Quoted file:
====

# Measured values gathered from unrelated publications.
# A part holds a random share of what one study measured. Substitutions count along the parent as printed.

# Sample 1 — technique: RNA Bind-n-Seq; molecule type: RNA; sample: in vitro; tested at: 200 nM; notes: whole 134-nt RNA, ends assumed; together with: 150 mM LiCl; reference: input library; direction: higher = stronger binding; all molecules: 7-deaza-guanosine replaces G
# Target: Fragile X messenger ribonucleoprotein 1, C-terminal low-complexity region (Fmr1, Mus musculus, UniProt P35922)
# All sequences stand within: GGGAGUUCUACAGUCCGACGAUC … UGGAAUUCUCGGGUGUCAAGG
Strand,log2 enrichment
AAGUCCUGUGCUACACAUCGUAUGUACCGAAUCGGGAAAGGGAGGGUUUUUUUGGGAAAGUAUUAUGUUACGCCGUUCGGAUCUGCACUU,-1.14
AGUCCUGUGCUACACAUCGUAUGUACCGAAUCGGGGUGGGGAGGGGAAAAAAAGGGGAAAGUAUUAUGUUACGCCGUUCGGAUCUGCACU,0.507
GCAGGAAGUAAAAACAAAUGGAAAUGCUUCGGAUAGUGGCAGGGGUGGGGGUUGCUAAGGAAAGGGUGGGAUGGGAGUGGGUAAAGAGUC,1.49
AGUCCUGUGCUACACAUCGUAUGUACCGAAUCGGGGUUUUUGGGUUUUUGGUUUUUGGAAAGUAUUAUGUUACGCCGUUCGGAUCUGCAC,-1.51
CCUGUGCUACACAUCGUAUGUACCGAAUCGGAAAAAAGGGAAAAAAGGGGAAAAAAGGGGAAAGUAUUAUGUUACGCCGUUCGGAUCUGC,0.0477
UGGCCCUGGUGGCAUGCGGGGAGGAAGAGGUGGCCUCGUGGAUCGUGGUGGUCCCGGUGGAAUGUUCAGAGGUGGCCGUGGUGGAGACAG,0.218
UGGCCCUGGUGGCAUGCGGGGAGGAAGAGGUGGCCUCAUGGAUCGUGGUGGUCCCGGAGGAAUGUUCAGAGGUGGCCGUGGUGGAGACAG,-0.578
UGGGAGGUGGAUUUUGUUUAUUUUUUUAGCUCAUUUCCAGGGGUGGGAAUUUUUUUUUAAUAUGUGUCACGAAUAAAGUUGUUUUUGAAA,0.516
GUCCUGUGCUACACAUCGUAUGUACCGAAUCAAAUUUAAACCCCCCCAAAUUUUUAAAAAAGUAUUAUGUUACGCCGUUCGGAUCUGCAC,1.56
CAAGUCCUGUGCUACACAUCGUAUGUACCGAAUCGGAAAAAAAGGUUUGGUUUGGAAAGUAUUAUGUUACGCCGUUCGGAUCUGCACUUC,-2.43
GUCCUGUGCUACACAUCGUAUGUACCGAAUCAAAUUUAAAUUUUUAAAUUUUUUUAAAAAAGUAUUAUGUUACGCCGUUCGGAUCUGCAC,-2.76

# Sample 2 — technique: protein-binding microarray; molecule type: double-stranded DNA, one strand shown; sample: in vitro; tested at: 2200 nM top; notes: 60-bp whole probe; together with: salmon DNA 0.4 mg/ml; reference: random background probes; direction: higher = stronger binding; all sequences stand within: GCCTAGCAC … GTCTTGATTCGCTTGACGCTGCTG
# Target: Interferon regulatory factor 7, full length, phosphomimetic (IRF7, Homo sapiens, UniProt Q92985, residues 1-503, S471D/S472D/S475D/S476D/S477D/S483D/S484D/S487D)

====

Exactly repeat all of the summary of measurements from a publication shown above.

# Measured values gathered from unrelated publications.
# A part holds a random share of what one study measured. Substitutions count along the parent as printed.

# Sample 1 — technique: RNA Bind-n-Seq; molecule type: RNA; sample: in vitro; tested at: 200 nM; notes: whole 134-nt RNA, ends assumed; together with: 150 mM LiCl; reference: input library; direction: higher = stronger binding; all molecules: 7-deaza-guanosine replaces G
# Target: Fragile X messenger ribonucleoprotein 1, C-terminal low-complexity region (Fmr1, Mus musculus, UniProt P35922)
# All sequences stand within: GGGAGUUCUACAGUCCGACGAUC … UGGAAUUCUCGGGUGUCAAGG
Strand,log2 enrichment
AAGUCCUGUGCUACACAUCGUAUGUACCGAAUCGGGAAAGGGAGGGUUUUUUUGGGAAAGUAUUAUGUUACGCCGUUCGGAUCUGCACUU,-1.14
AGUCCUGUGCUACACAUCGUAUGUACCGAAUCGGGGUGGGGAGGGGAAAAAAAGGGGAAAGUAUUAUGUUACGCCGUUCGGAUCUGCACU,0.507
GCAGGAAGUAAAAACAAAUGGAAAUGCUUCGGAUAGUGGCAGGGGUGGGGGUUGCUAAGGAAAGGGUGGGAUGGGAGUGGGUAAAGAGUC,1.49
AGUCCUGUGCUACACAUCGUAUGUACCGAAUCGGGGUUUUUGGGUUUUUGGUUUUUGGAAAGUAUUAUGUUACGCCGUUCGGAUCUGCAC,-1.51
CCUGUGCUACACAUCGUAUGUACCGAAUCGGAAAAAAGGGAAAAAAGGGGAAAAAAGGGGAAAGUAUUAUGUUACGCCGUUCGGAUCUGC,0.0477
UGGCCCUGGUGGCAUGCGGGGAGGAAGAGGUGGCCUCGUGGAUCGUGGUGGUCCCGGUGGAAUGUUCAGAGGUGGCCGUGGUGGAGACAG,0.218
UGGCCCUGGUGGCAUGCGGGGAGGAAGAGGUGGCCUCAUGGAUCGUGGUGGUCCCGGAGGAAUGUUCAGAGGUGGCCGUGGUGGAGACAG,-0.578
UGGGAGGUGGAUUUUGUUUAUUUUUUUAGCUCAUUUCCAGGGGUGGGAAUUUUUUUUUAAUAUGUGUCACGAAUAAAGUUGUUUUUGAAA,0.516
GUCCUGUGCUACACAUCGUAUGUACCGAAUCAAAUUUAAACCCCCCCAAAUUUUUAAAAAAGUAUUAUGUUACGCCGUUCGGAUCUGCAC,1.56
CAAGUCCUGUGCUACACAUCGUAUGUACCGAAUCGGAAAAAAAGGUUUGGUUUGGAAAGUAUUAUGUUACGCCGUUCGGAUCUGCACUUC,-2.43
GUCCUGUGCUACACAUCGUAUGUACCGAAUCAAAUUUAAAUUUUUAAAUUUUUUUAAAAAAGUAUUAUGUUACGCCGUUCGGAUCUGCAC,-2.76

# Sample 2 — technique: protein-binding microarray; molecule type: double-stranded DNA, one strand shown; sample: in vitro; tested at: 2200 nM top; notes: 60-bp whole probe; together with: salmon DNA 0.4 mg/ml; reference: random background probes; direction: higher = stronger binding; all sequences stand within: GCCTAGCAC … GTCTTGATTCGCTTGACGCTGCTG
# Target: Interferon regulatory factor 7, full length, phosphomimetic (IRF7, Homo sapiens, UniProt Q92985, residues 1-503, S471D/S472D/S475D/S476D/S477D/S483D/S484D/S487D)